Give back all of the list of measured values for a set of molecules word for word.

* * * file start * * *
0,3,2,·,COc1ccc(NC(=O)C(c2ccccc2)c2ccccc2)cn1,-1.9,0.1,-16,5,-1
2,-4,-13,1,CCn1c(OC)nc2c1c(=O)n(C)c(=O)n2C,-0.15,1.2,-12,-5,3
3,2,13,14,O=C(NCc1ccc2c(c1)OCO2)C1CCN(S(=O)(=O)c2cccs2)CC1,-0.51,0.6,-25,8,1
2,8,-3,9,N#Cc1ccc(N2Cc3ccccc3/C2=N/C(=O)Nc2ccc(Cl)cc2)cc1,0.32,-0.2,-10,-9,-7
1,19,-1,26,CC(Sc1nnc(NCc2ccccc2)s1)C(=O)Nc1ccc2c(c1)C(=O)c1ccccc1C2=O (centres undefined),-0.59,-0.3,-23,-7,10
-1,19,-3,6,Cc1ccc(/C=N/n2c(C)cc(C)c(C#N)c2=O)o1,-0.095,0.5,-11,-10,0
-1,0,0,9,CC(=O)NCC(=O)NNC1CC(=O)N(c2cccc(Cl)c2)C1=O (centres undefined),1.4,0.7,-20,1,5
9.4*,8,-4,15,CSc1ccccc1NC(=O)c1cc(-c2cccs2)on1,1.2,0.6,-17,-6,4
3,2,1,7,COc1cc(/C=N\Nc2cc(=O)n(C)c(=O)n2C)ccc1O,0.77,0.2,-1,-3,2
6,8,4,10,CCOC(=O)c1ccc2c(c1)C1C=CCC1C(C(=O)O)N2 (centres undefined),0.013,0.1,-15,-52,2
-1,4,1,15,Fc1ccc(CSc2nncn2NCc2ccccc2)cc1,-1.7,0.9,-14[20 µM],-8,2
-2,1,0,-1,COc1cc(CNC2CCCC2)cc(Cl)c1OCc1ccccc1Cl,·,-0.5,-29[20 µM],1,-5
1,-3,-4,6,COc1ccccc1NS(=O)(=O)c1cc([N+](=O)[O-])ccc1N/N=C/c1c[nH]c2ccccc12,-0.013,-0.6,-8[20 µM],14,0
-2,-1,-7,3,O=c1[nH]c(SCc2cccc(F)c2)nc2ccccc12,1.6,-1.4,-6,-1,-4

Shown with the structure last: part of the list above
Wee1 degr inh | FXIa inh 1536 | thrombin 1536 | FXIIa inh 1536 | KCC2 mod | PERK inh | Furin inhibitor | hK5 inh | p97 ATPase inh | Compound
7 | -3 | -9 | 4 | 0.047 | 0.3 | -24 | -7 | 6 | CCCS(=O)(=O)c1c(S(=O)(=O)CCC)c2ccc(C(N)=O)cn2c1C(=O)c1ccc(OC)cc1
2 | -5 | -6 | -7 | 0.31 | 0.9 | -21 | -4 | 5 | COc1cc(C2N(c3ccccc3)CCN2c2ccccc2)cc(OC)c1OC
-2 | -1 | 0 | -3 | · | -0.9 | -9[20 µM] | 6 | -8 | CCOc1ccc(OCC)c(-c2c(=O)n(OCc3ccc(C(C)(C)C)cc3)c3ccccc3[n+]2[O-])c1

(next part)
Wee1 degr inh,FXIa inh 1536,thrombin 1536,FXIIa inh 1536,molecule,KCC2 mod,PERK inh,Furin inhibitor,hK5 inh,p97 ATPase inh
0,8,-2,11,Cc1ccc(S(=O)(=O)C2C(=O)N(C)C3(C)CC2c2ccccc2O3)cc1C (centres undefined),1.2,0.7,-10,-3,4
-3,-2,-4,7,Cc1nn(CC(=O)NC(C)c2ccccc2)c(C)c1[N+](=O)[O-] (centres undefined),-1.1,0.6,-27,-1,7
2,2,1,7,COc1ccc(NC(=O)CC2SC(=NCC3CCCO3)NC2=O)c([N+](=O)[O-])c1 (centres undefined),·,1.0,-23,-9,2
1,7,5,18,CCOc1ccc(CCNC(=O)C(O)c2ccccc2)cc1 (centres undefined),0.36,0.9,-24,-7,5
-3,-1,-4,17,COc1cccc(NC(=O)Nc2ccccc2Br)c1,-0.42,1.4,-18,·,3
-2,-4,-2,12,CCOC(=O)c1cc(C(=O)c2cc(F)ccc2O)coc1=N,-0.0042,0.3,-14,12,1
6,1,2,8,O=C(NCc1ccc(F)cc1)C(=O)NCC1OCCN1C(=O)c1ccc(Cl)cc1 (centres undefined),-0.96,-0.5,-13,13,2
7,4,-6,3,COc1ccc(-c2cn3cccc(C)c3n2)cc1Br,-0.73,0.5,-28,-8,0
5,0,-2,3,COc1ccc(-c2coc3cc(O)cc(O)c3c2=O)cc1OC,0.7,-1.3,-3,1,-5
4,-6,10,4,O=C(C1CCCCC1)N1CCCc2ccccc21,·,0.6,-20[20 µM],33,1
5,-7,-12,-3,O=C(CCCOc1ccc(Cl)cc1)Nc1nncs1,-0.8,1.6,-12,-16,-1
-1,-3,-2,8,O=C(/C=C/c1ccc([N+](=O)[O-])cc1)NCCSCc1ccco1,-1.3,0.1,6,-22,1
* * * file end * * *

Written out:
0,3,2,·,COc1ccc(NC(=O)C(c2ccccc2)c2ccccc2)cn1,-1.9,0.1,-16,5,-1
2,-4,-13,1,CCn1c(OC)nc2c1c(=O)n(C)c(=O)n2C,-0.15,1.2,-12,-5,3
3,2,13,14,O=C(NCc1ccc2c(c1)OCO2)C1CCN(S(=O)(=O)c2cccs2)CC1,-0.51,0.6,-25,8,1
2,8,-3,9,N#Cc1ccc(N2Cc3ccccc3/C2=N/C(=O)Nc2ccc(Cl)cc2)cc1,0.32,-0.2,-10,-9,-7
1,19,-1,26,CC(Sc1nnc(NCc2ccccc2)s1)C(=O)Nc1ccc2c(c1)C(=O)c1ccccc1C2=O (centres undefined),-0.59,-0.3,-23,-7,10
-1,19,-3,6,Cc1ccc(/C=N/n2c(C)cc(C)c(C#N)c2=O)o1,-0.095,0.5,-11,-10,0
-1,0,0,9,CC(=O)NCC(=O)NNC1CC(=O)N(c2cccc(Cl)c2)C1=O (centres undefined),1.4,0.7,-20,1,5
9.4*,8,-4,15,CSc1ccccc1NC(=O)c1cc(-c2cccs2)on1,1.2,0.6,-17,-6,4
3,2,1,7,COc1cc(/C=N\Nc2cc(=O)n(C)c(=O)n2C)ccc1O,0.77,0.2,-1,-3,2
6,8,4,10,CCOC(=O)c1ccc2c(c1)C1C=CCC1C(C(=O)O)N2 (centres undefined),0.013,0.1,-15,-52,2
-1,4,1,15,Fc1ccc(CSc2nncn2NCc2ccccc2)cc1,-1.7,0.9,-14[20 µM],-8,2
-2,1,0,-1,COc1cc(CNC2CCCC2)cc(Cl)c1OCc1ccccc1Cl,·,-0.5,-29[20 µM],1,-5
1,-3,-4,6,COc1ccccc1NS(=O)(=O)c1cc([N+](=O)[O-])ccc1N/N=C/c1c[nH]c2ccccc12,-0.013,-0.6,-8[20 µM],14,0
-2,-1,-7,3,O=c1[nH]c(SCc2cccc(F)c2)nc2ccccc12,1.6,-1.4,-6,-1,-4

Shown with the structure last: part of the list above
Wee1 degr inh | FXIa inh 1536 | thrombin 1536 | FXIIa inh 1536 | KCC2 mod | PERK inh | Furin inhibitor | hK5 inh | p97 ATPase inh | Compound
7 | -3 | -9 | 4 | 0.047 | 0.3 | -24 | -7 | 6 | CCCS(=O)(=O)c1c(S(=O)(=O)CCC)c2ccc(C(N)=O)cn2c1C(=O)c1ccc(OC)cc1
2 | -5 | -6 | -7 | 0.31 | 0.9 | -21 | -4 | 5 | COc1cc(C2N(c3ccccc3)CCN2c2ccccc2)cc(OC)c1OC
-2 | -1 | 0 | -3 | · | -0.9 | -9[20 µM] | 6 | -8 | CCOc1ccc(OCC)c(-c2c(=O)n(OCc3ccc(C(C)(C)C)cc3)c3ccccc3[n+]2[O-])c1

(next part)
Wee1 degr inh,FXIa inh 1536,thrombin 1536,FXIIa inh 1536,molecule,KCC2 mod,PERK inh,Furin inhibitor,hK5 inh,p97 ATPase inh
0,8,-2,11,Cc1ccc(S(=O)(=O)C2C(=O)N(C)C3(C)CC2c2ccccc2O3)cc1C (centres undefined),1.2,0.7,-10,-3,4
-3,-2,-4,7,Cc1nn(CC(=O)NC(C)c2ccccc2)c(C)c1[N+](=O)[O-] (centres undefined),-1.1,0.6,-27,-1,7
2,2,1,7,COc1ccc(NC(=O)CC2SC(=NCC3CCCO3)NC2=O)c([N+](=O)[O-])c1 (centres undefined),·,1.0,-23,-9,2
1,7,5,18,CCOc1ccc(CCNC(=O)C(O)c2ccccc2)cc1 (centres undefined),0.36,0.9,-24,-7,5
-3,-1,-4,17,COc1cccc(NC(=O)Nc2ccccc2Br)c1,-0.42,1.4,-18,·,3
-2,-4,-2,12,CCOC(=O)c1cc(C(=O)c2cc(F)ccc2O)coc1=N,-0.0042,0.3,-14,12,1
6,1,2,8,O=C(NCc1ccc(F)cc1)C(=O)NCC1OCCN1C(=O)c1ccc(Cl)cc1 (centres undefined),-0.96,-0.5,-13,13,2
7,4,-6,3,COc1ccc(-c2cn3cccc(C)c3n2)cc1Br,-0.73,0.5,-28,-8,0
5,0,-2,3,COc1ccc(-c2coc3cc(O)cc(O)c3c2=O)cc1OC,0.7,-1.3,-3,1,-5
4,-6,10,4,O=C(C1CCCCC1)N1CCCc2ccccc21,·,0.6,-20[20 µM],33,1
5,-7,-12,-3,O=C(CCCOc1ccc(Cl)cc1)Nc1nncs1,-0.8,1.6,-12,-16,-1
-1,-3,-2,8,O=C(/C=C/c1ccc([N+](=O)[O-])cc1)NCCSCc1ccco1,-1.3,0.1,6,-22,1